This week’s MLS5: Our early look at the Most Valuable Player award

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Each week throughout the rest of the Major League Soccer season, we’ll take a look at (at least) one of the league’s major postseason awards, giving you our “if we have to vote today” view on MLS’s most prestigious honors. It’s our way of keeping a conversation going from start-to-finish rather than jumping in at season’s end to take inventory of the previous eight months. If we start paying attention now — thinking about things in terms of our eventual votes — hopefully we can make more informed decisions come October.

Every week, there’ll be one award and five points of discussion, and while it’s way too early to be making decisions about how we’re actually going to vote, it’s not too early to consider which players are distinguishing themselves.

We start with Most Valuable Player:

source: Getty Images

5. Mauro Díaz, FC Dallas

When you watch the young Argentine play you see an array of skills and choices that could vault him among the best players in Major League Soccer. For some, he’s already there, having won March’s MLS Player of the Month honor. Break down his games, actually track the end result of all those deft touches and though balls, and you see much of his skill has resulted in unrealized potential. He does have three assists (two primary), good for second in the league, but for all his orchestrating majesty, only five of Dallas’s 17 goals have come from open play. Soon, when those small, seemingly innumerable pieces of skill represent more than just potential, Díaz could climb this list.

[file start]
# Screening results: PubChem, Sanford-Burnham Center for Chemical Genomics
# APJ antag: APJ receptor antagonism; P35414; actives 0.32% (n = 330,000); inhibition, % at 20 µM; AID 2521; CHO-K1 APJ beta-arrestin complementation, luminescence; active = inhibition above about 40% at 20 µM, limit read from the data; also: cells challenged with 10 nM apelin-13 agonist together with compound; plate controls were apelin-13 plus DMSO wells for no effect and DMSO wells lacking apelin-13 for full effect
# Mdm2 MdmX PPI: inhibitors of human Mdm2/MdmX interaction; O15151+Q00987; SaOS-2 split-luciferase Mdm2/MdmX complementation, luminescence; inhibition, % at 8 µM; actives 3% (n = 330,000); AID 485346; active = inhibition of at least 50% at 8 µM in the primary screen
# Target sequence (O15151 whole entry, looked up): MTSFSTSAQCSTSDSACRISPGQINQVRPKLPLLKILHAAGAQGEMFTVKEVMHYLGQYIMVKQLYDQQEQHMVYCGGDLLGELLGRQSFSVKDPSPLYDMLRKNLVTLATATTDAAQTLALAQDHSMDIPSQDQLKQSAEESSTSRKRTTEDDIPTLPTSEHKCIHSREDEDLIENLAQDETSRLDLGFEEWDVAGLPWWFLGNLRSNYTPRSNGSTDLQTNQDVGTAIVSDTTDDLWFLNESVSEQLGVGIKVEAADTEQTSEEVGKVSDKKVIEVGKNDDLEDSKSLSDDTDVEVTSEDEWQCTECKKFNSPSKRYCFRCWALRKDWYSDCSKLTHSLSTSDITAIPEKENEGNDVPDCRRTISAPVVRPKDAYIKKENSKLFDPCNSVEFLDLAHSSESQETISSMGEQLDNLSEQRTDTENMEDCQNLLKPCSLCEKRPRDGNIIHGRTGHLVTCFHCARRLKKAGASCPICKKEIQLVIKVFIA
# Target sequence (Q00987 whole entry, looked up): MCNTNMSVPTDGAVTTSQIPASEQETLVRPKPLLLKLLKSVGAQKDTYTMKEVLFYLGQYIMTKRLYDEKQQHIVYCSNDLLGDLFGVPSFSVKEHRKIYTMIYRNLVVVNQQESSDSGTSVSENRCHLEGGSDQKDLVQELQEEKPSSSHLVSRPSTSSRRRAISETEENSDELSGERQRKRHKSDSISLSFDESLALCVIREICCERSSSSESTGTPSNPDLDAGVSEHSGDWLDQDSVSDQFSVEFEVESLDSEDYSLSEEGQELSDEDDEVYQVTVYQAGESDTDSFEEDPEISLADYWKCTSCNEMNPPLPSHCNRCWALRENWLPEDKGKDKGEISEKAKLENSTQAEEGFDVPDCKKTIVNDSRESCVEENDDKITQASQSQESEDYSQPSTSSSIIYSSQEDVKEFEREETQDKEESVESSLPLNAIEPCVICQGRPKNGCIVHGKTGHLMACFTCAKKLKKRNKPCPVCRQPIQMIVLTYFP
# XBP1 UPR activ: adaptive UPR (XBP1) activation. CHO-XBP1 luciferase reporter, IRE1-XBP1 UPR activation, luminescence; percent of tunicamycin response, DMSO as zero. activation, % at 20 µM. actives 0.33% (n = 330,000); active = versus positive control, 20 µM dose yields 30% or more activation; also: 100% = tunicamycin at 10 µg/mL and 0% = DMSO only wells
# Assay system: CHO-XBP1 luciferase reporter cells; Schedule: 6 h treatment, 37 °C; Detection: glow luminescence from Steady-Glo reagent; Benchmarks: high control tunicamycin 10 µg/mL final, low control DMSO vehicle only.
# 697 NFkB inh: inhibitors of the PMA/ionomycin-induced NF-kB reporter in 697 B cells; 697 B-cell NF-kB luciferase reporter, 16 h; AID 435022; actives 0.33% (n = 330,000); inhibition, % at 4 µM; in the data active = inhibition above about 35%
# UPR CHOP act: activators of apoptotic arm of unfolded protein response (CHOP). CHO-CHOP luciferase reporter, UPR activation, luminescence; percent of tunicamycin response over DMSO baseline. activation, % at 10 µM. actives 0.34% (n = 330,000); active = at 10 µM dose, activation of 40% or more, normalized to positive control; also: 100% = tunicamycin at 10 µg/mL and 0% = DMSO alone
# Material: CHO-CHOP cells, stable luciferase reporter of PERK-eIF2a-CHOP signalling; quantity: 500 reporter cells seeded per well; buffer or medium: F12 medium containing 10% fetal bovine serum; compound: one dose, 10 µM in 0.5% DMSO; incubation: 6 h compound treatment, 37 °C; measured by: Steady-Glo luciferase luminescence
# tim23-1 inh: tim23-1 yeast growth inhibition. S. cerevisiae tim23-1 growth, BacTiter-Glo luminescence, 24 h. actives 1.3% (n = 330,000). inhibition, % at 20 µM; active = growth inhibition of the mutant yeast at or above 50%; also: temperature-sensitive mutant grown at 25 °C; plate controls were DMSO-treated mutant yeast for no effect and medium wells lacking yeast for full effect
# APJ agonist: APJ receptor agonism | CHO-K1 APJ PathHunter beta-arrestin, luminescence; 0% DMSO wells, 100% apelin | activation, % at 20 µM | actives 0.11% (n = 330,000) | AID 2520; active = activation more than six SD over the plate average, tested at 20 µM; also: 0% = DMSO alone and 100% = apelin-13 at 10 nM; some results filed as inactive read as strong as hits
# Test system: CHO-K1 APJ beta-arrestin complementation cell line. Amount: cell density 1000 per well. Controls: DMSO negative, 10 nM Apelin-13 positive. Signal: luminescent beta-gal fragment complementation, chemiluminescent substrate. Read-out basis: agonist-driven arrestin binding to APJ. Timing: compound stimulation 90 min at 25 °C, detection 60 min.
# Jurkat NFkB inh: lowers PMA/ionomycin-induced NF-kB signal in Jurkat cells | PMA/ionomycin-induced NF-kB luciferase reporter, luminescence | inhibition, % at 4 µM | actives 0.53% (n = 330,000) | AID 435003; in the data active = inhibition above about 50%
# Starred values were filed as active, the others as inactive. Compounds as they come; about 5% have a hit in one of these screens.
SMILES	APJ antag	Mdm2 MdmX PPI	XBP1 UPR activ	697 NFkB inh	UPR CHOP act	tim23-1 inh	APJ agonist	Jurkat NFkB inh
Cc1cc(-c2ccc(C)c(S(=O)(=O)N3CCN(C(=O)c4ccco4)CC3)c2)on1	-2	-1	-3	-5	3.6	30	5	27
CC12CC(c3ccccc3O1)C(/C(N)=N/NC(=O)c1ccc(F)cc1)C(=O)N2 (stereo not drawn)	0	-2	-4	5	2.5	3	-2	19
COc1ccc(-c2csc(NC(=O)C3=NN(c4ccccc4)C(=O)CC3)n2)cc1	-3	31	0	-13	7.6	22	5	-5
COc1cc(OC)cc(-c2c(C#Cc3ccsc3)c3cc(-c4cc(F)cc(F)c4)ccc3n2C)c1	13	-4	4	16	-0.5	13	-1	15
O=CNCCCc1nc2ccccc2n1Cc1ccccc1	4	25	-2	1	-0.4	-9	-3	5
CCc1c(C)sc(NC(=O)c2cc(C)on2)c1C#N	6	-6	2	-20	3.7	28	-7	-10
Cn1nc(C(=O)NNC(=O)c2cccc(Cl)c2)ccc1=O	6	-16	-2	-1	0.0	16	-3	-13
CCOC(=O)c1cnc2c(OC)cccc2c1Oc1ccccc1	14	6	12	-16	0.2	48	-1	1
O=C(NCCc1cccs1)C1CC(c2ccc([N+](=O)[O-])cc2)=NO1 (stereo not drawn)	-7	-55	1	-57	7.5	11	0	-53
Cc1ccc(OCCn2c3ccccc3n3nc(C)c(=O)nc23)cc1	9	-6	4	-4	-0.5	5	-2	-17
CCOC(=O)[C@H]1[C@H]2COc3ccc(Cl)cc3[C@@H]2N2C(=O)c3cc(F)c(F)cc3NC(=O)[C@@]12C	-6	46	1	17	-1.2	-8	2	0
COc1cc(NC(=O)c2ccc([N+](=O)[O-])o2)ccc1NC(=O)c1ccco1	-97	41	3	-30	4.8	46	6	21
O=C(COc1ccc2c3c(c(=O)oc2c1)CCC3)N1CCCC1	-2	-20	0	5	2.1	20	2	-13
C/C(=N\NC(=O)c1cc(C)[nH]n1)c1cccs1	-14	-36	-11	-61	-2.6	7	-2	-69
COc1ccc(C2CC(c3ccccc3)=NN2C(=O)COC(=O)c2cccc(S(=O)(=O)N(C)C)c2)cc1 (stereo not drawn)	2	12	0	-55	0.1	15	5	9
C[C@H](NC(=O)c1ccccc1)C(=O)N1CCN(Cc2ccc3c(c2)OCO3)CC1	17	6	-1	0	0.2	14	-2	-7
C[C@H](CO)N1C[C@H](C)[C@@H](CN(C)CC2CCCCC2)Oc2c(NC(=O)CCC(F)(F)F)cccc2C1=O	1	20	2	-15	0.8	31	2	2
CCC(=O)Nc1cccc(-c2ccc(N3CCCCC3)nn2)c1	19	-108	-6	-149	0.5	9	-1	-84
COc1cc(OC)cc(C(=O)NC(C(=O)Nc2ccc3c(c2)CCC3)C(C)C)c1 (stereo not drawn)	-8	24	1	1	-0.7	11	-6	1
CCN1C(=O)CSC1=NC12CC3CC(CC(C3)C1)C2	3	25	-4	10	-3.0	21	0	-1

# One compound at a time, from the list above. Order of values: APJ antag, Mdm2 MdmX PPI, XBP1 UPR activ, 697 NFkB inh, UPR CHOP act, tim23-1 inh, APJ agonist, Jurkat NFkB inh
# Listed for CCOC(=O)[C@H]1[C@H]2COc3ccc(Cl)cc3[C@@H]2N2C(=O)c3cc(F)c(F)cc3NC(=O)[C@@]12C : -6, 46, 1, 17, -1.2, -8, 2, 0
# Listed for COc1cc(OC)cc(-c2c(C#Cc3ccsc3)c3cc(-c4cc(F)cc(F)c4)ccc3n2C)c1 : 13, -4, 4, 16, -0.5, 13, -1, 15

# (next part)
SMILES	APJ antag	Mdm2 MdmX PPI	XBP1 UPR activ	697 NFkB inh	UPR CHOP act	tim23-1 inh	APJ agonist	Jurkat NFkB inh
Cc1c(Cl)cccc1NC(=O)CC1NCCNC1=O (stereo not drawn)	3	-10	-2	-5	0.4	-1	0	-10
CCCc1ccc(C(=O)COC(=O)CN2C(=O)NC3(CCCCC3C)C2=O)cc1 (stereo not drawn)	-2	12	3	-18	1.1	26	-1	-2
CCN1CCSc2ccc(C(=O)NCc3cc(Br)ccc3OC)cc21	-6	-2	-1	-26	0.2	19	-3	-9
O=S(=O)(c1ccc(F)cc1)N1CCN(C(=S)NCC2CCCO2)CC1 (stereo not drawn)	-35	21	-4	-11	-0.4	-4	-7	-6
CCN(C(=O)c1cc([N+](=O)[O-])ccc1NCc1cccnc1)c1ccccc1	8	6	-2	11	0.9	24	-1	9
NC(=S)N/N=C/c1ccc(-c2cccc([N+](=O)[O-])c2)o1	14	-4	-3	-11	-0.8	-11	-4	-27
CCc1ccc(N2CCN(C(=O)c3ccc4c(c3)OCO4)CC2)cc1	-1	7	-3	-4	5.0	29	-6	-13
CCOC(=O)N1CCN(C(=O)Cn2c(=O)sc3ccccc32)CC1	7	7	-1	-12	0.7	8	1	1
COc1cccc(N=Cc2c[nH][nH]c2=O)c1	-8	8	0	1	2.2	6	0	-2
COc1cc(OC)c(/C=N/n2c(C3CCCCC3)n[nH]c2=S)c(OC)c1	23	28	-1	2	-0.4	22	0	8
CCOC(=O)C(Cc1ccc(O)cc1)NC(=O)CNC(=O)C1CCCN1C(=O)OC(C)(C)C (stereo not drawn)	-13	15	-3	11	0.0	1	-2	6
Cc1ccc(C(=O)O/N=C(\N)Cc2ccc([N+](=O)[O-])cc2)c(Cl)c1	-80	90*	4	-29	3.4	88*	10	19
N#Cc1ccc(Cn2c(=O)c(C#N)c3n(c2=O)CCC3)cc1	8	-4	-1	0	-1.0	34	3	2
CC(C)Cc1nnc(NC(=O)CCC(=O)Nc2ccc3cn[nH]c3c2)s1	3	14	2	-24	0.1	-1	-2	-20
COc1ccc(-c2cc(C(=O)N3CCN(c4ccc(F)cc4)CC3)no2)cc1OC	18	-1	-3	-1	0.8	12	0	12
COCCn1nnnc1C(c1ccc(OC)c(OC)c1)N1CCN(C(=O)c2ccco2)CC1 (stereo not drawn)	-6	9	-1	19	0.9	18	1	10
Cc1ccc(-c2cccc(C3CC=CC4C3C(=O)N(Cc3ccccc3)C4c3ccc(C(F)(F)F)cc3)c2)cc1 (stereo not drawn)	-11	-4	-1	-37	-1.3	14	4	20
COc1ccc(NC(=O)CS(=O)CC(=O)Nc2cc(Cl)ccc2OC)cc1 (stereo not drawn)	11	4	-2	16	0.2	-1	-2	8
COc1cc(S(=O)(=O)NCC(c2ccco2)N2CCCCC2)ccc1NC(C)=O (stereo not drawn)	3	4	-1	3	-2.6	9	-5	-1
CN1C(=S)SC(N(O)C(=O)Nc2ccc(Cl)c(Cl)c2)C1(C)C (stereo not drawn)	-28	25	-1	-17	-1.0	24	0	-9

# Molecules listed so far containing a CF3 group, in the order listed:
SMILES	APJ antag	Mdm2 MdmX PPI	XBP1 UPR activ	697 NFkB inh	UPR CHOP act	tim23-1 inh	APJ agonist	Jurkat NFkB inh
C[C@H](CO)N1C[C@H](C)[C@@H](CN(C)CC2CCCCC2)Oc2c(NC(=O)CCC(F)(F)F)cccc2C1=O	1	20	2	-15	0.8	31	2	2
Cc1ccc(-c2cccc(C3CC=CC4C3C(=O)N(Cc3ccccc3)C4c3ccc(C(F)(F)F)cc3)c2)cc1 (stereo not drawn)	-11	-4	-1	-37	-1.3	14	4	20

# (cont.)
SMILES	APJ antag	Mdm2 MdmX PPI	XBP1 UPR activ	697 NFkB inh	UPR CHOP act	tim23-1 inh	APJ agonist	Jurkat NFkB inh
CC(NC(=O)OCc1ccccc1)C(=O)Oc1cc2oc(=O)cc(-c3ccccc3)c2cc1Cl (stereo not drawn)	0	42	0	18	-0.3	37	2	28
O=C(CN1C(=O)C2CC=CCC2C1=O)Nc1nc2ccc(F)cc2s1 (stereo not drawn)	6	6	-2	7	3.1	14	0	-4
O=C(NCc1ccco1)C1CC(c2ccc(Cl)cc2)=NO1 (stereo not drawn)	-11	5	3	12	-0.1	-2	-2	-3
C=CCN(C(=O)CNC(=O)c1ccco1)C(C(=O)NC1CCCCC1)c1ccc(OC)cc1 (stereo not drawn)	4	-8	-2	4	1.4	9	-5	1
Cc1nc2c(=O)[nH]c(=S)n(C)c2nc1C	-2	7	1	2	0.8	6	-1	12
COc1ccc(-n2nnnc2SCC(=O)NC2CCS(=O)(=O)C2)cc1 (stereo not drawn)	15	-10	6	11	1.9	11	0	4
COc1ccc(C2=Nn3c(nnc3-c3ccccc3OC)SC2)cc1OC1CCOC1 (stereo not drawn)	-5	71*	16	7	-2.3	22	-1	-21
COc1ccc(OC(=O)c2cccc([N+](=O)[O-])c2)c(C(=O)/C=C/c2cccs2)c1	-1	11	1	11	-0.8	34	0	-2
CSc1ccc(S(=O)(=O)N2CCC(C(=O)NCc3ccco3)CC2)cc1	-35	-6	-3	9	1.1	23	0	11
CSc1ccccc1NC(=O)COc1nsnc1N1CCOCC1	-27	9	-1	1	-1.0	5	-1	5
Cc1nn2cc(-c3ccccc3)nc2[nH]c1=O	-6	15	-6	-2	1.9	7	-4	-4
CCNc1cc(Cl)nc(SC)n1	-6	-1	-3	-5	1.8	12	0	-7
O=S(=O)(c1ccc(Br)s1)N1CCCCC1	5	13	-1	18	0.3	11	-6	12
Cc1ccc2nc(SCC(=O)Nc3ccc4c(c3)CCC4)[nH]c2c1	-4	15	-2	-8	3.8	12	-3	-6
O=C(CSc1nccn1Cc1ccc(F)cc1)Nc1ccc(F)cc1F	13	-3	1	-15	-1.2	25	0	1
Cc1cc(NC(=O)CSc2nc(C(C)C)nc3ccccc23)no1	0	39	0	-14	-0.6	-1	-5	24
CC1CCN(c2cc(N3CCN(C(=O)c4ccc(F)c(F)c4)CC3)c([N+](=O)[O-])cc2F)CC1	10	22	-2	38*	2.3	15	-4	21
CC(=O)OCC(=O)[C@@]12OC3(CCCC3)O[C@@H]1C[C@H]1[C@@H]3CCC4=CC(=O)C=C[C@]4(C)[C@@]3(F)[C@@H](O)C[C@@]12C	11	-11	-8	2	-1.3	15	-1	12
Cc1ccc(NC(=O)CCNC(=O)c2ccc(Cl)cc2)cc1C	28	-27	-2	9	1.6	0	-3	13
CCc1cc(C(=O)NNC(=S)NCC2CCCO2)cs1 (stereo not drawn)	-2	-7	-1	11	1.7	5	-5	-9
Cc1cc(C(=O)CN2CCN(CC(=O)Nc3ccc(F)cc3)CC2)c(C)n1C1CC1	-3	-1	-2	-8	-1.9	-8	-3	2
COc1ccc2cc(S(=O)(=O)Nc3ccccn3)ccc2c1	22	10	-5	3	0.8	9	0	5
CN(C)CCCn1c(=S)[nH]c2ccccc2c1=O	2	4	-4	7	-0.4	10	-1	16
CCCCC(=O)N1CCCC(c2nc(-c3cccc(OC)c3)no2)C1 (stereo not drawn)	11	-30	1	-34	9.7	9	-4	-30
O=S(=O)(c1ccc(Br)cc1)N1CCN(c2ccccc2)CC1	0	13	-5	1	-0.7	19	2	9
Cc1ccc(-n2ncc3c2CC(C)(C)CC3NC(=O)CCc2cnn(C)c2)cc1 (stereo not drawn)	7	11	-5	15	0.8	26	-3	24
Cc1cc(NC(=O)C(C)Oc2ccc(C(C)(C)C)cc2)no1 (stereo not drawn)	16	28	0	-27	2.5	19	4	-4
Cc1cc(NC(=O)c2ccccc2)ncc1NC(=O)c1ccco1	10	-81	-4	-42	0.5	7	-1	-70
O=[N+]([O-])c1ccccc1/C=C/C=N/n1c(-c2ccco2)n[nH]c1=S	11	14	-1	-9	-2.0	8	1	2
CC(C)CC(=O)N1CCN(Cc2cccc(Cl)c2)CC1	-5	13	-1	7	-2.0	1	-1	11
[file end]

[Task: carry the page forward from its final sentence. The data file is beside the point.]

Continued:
source: Getty Images

4. Federico Higuaín, Columbus Crew

Four goals, two assists, and the key role in a team that looks primed for one of the season’s biggest turnarounds earns Higuaín a place on this list, though whether he deserves to be above Díaz is another question. Though Higuaín has scored more goals, that’s by virtue of being his team’s penalty kick taker. Those scores aside his numbers, like his influence, is almost identical to Díaz’s.

For us, there are two tiebreakers. First, Higuaín has been more dangerous as a penalty area threat. Second, in Columbus’s system, he’s having to do more work to drop back and pick up the ball. Even when his team’s established possession in the opponent’s half, Higuaín’s often drifting to the flanks to influence the game.

Are those minor distinctions? Of course. It’s not easy to try to draw lines between Mauro Díaz and Federico Higuaín. If you prefer the FC Dallas man, we can’t argue. Columbus has also only produced five open play goals (though that does represent 55 percent of the team’s production).